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What ever happened to real NASCAR?
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Forsyth County News

 

Since I once called the garage area of the NASCAR Cup Series “home,” working in the sport for several years as one of few women among hundreds of men, folks often ask my opinion on today’s NASCAR.

Sometimes I have no words, for some things are too sad to address.

Today’s sport holds little resemblance to what I knew where camaraderie was queen, Richard Petty was king, and folks treated each other in a princely form. In those days so sweet to recall: Dale Earnhardt napped in a hammock he slung across the back of the No. 3 hauler; Richard Childress lived on a diet of Vienna sausages and soda crackers; the Elliotts’ common sense brought Detroit engineers to their knees; and Darrell Waltrip’s quick wit made him the darling of the media, though not always the darling of fans.

And back then, folks had an enormous amount of gratitude. Every single one of us was simply awed that we could make a good living by having so much fun.

To put things into perspective, Earnhardt negotiated a new contract in the late 1980s that gave him the astounding salary of $500,000 a year plus a percentage of winnings.

It is said that Mark Martin now makes a yearly salary of $5 million. Of course, in my opinion, Mark, with whom I once worked and absolutely adore, deserves every penny and more. He is always grateful.

The warriors of that era learned lessons, often the hard way. Trouble and challenges have a way of teaching best the lessons remembered longest.

But today’s sport is sadly different. No one struggles, no triumphs over true adversity (read the story of Alan Kulwicki some time) and genuine gratitude is as hard to find as an STP-sponsored No. 43 Pontiac in the garage.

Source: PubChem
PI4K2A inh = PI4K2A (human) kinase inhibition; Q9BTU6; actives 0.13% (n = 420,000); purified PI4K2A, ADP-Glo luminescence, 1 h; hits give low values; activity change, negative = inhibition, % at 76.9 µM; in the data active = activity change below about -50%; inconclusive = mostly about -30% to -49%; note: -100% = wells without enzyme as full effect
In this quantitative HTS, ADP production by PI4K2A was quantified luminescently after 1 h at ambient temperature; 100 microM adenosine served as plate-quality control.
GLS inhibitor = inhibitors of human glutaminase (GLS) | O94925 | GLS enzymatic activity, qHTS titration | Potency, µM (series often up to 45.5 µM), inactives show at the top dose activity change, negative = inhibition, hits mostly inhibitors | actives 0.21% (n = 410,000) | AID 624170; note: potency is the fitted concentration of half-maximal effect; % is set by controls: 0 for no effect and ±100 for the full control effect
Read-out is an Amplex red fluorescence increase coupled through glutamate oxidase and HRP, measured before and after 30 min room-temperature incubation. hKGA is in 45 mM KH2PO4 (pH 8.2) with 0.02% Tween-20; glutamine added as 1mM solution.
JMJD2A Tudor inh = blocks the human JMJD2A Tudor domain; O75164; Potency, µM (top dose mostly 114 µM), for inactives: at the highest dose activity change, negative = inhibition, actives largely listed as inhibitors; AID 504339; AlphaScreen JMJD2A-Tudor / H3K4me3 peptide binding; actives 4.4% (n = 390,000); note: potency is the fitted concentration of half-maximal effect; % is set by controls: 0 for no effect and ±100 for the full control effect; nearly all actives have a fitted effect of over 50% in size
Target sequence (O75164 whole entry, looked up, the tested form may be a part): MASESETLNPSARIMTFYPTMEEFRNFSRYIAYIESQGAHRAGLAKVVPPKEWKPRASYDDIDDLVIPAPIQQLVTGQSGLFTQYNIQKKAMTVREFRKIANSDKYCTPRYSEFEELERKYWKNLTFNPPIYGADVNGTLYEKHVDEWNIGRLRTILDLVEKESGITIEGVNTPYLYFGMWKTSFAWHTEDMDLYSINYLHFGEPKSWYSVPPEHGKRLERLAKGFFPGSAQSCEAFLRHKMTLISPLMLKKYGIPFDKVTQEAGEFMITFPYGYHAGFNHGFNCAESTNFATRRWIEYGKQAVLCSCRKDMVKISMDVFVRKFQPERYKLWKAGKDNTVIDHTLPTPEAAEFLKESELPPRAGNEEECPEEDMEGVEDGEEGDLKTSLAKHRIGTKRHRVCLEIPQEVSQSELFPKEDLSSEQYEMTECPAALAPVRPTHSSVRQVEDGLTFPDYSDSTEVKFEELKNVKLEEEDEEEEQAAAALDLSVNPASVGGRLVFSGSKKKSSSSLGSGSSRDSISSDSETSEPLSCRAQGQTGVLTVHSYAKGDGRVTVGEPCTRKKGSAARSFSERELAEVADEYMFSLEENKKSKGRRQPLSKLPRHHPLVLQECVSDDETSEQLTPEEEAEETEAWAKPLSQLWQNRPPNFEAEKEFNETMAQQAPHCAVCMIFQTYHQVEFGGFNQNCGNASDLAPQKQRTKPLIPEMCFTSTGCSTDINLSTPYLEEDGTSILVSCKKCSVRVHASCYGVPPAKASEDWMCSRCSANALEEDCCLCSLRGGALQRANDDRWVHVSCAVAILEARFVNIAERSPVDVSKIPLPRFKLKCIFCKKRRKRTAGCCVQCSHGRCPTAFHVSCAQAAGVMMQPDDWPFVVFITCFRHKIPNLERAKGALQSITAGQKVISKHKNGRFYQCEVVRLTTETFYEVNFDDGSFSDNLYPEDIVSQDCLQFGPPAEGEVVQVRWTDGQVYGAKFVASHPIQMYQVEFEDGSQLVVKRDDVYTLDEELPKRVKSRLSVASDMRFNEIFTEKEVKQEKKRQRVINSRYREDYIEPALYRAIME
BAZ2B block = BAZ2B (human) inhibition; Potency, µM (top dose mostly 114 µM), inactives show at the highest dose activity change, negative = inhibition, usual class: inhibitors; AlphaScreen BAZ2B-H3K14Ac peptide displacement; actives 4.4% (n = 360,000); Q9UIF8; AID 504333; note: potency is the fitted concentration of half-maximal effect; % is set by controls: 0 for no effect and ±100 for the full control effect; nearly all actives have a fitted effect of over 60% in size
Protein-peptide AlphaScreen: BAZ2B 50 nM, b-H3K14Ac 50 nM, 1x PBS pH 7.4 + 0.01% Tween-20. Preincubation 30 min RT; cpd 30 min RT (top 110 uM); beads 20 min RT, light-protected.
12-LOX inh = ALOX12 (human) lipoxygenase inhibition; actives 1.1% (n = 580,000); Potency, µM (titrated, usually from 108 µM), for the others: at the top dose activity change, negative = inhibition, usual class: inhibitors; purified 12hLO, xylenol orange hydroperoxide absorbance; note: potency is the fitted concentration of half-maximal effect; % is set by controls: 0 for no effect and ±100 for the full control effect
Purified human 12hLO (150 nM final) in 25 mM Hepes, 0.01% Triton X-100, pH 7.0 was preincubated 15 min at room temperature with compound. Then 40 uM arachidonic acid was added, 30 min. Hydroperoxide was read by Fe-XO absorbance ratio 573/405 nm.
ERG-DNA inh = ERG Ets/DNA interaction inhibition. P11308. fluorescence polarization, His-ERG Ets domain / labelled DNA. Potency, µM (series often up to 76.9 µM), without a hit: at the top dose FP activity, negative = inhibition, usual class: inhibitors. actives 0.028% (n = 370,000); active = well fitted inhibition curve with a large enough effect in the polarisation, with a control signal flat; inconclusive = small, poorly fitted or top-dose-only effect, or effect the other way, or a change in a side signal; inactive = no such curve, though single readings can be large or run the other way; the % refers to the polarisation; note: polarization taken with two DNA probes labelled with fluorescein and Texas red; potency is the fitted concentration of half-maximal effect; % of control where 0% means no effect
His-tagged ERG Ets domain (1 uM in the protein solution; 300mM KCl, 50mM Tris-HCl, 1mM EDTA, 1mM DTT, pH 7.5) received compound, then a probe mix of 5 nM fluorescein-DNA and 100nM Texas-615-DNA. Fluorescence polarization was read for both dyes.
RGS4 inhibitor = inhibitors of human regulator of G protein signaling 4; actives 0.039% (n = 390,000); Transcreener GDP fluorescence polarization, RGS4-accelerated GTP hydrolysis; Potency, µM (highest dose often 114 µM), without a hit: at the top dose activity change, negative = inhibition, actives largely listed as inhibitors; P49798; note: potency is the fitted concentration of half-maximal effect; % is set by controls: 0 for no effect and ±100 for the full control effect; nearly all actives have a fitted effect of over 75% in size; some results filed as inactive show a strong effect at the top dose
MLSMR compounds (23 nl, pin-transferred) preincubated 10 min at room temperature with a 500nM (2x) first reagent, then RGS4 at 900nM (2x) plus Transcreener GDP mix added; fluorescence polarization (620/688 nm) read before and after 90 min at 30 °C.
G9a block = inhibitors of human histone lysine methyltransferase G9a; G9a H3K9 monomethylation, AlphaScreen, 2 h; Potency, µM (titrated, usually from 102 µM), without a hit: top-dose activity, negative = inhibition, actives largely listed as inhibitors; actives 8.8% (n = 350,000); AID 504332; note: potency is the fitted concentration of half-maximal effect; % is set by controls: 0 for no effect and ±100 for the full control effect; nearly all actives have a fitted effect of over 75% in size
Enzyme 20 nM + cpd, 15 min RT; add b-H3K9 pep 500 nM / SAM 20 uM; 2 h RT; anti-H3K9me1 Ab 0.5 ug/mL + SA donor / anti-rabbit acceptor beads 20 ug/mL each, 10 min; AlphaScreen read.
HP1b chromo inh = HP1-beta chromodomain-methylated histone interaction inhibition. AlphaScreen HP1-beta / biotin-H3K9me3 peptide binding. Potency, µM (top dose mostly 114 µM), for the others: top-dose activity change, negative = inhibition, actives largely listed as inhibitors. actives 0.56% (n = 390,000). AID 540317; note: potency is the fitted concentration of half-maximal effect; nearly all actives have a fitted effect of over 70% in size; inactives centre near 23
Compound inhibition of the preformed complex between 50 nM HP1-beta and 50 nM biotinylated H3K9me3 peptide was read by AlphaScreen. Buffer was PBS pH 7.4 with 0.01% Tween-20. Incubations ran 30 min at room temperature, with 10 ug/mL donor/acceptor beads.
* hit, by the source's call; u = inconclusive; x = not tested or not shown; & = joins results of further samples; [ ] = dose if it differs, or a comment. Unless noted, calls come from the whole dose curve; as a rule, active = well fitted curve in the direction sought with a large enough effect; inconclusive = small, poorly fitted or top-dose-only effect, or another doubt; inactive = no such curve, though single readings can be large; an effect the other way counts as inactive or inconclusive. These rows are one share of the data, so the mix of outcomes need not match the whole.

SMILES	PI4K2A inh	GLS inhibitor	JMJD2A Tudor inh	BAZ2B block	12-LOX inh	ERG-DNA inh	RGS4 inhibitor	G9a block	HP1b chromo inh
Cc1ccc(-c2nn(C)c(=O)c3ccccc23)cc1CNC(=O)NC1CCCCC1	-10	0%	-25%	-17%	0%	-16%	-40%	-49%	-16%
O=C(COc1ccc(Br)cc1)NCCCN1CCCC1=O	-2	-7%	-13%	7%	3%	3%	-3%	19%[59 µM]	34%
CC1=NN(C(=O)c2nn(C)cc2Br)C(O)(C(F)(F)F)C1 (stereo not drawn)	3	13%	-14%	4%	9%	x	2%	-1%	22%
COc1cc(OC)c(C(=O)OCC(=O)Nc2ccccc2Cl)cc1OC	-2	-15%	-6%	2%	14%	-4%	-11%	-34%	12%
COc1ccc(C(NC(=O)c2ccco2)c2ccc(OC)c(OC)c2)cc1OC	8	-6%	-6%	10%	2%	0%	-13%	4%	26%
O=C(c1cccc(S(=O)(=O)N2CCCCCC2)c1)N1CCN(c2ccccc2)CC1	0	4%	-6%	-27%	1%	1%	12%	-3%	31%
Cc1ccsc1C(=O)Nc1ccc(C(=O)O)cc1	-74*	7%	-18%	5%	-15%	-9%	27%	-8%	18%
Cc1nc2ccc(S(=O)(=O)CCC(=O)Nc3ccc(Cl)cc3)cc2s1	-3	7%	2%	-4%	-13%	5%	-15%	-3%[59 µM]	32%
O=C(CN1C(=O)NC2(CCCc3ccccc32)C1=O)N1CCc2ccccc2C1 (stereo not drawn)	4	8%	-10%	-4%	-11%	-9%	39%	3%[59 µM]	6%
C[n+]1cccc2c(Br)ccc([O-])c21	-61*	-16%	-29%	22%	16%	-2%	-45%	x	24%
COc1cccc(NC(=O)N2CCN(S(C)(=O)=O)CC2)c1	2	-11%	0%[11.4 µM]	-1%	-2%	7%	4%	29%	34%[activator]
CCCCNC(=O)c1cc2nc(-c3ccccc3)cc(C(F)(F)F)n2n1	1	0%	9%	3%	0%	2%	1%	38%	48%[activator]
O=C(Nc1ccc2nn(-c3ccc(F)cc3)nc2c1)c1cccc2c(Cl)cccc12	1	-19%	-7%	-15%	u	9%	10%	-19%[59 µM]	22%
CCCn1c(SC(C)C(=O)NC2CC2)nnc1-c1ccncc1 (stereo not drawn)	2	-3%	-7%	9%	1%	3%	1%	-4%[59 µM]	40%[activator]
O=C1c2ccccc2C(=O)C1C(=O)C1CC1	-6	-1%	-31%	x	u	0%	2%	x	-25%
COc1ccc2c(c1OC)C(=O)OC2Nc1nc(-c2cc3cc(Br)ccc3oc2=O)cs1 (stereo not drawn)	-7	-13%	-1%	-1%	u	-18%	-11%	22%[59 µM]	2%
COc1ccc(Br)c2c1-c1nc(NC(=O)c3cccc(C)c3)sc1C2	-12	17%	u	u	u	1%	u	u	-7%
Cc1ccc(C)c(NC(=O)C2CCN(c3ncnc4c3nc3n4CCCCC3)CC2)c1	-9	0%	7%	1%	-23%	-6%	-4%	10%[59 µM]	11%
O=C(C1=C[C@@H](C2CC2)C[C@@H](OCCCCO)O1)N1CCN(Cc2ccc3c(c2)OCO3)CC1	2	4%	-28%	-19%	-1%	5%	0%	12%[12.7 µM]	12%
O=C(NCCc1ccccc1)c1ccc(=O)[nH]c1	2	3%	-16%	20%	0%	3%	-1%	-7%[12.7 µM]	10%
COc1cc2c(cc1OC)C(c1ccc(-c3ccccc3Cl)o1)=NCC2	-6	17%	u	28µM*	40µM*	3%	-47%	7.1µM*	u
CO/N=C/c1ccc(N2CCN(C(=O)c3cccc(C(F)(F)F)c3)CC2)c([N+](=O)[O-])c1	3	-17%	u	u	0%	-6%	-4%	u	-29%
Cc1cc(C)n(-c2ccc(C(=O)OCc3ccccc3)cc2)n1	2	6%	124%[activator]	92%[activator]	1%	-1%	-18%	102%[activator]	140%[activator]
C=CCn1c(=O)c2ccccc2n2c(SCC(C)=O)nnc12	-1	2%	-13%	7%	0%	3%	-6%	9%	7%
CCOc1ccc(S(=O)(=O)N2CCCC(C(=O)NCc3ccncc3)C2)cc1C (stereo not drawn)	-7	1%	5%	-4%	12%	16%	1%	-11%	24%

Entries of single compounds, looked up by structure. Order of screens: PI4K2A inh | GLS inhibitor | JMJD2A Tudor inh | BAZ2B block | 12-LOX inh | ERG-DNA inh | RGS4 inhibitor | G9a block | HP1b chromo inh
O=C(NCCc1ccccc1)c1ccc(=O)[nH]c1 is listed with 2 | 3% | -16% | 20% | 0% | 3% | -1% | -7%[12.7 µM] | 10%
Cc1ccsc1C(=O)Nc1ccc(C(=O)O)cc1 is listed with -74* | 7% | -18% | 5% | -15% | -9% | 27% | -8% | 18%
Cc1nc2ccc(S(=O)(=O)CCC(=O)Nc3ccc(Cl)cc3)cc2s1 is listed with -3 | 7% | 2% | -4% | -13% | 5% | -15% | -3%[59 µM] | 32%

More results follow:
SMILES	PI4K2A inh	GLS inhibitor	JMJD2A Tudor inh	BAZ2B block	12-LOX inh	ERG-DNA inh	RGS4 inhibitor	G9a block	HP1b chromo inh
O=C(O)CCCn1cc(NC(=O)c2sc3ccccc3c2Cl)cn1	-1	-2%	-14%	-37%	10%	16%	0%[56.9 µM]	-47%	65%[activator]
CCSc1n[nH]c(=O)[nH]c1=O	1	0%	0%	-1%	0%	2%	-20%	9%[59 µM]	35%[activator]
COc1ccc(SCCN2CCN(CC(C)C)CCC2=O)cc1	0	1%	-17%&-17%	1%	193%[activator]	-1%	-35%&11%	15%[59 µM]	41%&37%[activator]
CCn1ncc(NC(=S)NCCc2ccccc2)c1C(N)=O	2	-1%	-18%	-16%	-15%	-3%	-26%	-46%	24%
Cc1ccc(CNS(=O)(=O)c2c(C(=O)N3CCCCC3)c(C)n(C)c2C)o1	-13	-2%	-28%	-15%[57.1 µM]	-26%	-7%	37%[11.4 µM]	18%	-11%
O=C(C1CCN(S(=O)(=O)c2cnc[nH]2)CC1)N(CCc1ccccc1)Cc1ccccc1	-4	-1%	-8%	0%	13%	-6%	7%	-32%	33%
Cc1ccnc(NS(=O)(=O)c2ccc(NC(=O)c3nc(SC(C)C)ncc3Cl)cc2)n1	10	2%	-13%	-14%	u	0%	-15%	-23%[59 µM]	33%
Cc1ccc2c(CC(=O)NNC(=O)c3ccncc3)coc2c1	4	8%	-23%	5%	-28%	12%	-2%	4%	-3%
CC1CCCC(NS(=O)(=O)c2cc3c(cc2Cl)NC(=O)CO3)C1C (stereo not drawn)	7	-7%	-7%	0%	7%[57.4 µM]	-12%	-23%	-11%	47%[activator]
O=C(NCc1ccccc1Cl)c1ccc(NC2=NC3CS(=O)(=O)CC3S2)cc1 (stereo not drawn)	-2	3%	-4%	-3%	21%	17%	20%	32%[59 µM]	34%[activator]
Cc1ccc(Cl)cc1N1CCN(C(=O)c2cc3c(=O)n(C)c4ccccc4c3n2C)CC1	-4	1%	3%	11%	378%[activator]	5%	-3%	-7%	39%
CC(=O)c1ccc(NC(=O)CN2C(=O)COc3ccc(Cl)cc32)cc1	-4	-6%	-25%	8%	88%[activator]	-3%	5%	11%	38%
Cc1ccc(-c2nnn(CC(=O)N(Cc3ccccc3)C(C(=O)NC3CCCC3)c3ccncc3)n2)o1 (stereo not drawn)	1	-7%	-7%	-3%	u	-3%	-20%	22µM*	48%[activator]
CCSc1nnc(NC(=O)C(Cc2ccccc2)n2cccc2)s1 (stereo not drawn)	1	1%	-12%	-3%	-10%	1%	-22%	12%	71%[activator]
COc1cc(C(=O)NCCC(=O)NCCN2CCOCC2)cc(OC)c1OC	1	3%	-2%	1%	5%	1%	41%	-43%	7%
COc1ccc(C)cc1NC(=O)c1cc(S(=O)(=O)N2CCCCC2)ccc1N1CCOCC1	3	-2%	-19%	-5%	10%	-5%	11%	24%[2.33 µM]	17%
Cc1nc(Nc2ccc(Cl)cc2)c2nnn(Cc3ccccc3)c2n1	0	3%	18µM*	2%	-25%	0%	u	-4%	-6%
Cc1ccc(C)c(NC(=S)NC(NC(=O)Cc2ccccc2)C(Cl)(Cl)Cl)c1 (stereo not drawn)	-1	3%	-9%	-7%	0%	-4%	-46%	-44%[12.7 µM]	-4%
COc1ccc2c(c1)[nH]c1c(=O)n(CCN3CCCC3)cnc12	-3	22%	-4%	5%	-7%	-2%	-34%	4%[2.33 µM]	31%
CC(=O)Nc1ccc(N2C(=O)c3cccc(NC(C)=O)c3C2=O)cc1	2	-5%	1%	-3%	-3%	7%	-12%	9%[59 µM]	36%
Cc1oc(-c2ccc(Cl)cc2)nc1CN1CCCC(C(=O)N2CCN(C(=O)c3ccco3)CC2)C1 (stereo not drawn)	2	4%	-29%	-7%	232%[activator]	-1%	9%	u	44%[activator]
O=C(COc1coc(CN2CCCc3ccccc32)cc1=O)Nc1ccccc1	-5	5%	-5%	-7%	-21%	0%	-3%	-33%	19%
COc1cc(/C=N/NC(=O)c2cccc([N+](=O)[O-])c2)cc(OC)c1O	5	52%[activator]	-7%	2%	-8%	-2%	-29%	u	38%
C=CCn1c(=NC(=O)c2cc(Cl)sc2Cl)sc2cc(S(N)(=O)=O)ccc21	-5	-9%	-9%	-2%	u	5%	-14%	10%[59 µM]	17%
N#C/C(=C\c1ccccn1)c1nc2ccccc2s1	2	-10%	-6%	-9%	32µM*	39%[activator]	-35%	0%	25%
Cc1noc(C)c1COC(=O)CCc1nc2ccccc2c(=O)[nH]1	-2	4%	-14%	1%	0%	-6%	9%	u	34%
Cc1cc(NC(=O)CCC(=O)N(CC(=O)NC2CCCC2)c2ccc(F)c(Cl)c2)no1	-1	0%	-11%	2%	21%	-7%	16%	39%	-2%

Three years ago, I requested credentials from the public relations director at Talladega.

In all of my professional life, I have never been treated so rudely or talked to as harshly as that woman talked to me. Someone, I might add, who had the authority she had because of pioneering women like me who blazed the trail.

A complaint to the president of the speedway quickly brought a half-hearted apology. But the damage was done. I had personally seen the arrogant side of today’s NASCAR and it was not a pretty sight.

I still have friends like Mark Martin, the Waltrips, Richard Childress and Ed Clark, president of Atlanta Motor Speedway, whose hard work and persistence got them to the top. They haven’t forgotten that.

But for the arrogant ones, I make this prediction: There’s a day of reckonin’ coming.

I think I see it now.

Ronda Rich is the best-selling author of “What Southern Women Know About Faith.” Visit www.rondarich.com to sign up for her weekly newsletter.